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Samhain - the Witches' New Year

Samhain is sometimes referred to as the Witches’ New Year, and it is from here that the Wheel of the Year is traditionally counted. It marks the end of the harvest season and the beginning of Winter, or the dark half of the year. It is seen as a festival of darkness and death (in that it celebrates those who have passed) and is countered on the Wheel by Beltane which is the Spring festival of light and fertility.

In the Southern Hemisphere, Samhain in celebrated from the 30th of April through to the 1st of May, and in the Northern Hemisphere it falls on the 31st of October to 1st of November which is now also known as Halloween. The night between these days are considered a time where the veil between the worlds (our world and the Otherworld) is the thinnest and spirits or fae can pass more easily into our world. Because of this, communication with ancestors or spirits is a common divination practice during Samhain.

In Celtic mythology this was a time to feast and celebrate the dead by inviting ancestors to attend through setting places for them at the table or by the bonfire. Offerings were made to the spirits of the dead to help protect people and livestock through the harsh winter months. The practice of 'mumming' where you dressed in a costume or disguise and went door to door reciting verses in exchange for food in an imitation of the spirits was believed to bless you and hide you from the spirits. Candles and lanterns were also lit to guide spirits home or protect from darker entities. These traditions can still be seen in the modern Halloween festivities.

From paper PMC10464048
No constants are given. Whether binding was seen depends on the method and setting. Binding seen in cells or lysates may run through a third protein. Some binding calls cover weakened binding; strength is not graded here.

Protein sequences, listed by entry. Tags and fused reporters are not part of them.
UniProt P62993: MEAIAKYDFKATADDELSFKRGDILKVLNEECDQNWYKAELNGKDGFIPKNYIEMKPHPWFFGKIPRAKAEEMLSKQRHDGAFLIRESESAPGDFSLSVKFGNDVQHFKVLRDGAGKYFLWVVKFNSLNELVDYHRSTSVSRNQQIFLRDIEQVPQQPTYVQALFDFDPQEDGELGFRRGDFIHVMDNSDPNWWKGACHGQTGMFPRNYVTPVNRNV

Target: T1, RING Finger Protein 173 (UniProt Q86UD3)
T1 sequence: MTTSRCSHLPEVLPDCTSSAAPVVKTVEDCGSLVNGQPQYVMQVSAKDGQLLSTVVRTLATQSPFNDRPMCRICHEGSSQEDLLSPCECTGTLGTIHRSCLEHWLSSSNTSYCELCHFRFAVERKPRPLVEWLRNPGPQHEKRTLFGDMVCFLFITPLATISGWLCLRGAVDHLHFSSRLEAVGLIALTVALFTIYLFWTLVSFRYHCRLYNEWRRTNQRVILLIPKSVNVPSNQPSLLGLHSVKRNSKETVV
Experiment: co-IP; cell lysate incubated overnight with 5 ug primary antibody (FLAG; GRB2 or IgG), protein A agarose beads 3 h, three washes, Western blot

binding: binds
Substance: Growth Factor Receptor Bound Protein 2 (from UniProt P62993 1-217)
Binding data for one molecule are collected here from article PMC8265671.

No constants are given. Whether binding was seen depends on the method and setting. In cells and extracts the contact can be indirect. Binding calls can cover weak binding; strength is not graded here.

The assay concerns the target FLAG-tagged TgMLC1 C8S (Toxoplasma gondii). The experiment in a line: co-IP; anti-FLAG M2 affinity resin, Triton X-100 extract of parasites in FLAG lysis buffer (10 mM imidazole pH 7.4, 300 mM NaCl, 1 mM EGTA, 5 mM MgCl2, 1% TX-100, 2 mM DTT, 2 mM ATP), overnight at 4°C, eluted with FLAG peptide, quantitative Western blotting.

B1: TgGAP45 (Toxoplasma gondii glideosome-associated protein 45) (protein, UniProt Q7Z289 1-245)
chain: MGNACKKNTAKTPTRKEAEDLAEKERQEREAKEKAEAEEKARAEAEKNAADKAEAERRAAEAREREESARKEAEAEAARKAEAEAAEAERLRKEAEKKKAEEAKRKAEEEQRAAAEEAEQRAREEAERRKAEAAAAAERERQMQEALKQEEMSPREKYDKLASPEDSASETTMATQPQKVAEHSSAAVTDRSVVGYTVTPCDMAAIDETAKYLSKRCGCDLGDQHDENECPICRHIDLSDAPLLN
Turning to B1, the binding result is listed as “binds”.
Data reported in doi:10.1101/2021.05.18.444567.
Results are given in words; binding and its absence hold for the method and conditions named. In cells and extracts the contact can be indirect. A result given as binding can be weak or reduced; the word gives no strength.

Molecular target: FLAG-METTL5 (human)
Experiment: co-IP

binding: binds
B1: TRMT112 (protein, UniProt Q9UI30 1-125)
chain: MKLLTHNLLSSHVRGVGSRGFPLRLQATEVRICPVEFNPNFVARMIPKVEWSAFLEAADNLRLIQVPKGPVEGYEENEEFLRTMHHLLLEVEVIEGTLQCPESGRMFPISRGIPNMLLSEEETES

Celebrations of Samhain are filled with Autumn colours from leaves and wreaths, to gourds and jack-o-lanterns. Feasts for the dead are punctuated with fire, sparklers or even fireworks to bid farewell to the old year and welcome the new.

Carrying iron in your pockets (such as a nail) is common practice to protect against the fae, especially on Samhain. The fae are said to be repelled by iron. Other practices include wearing your clothes inside out or carrying bread to either deter or to bribe fairies. Offerings to the kinder fae are also made by leaving out milk and honey for them.

Apples have a strong association with Samhain as a food of the Underworld and as the apple harvest comes to an end in May. From drinking apple cider and apple bobbing at feasts, to burying an apple as an offering to the spirits, there are a multitude of rites and rituals you can perform. Peeling an apple can give you insight to your length of life, or throw the peel over your shoulder to form the initial of your true love.

However you celebrate Samhain, gather family or close friends, enjoy good food and spare a thought for those who have gone before. Close off the old year by completing tasks you have put off, and set your goals for the new year.

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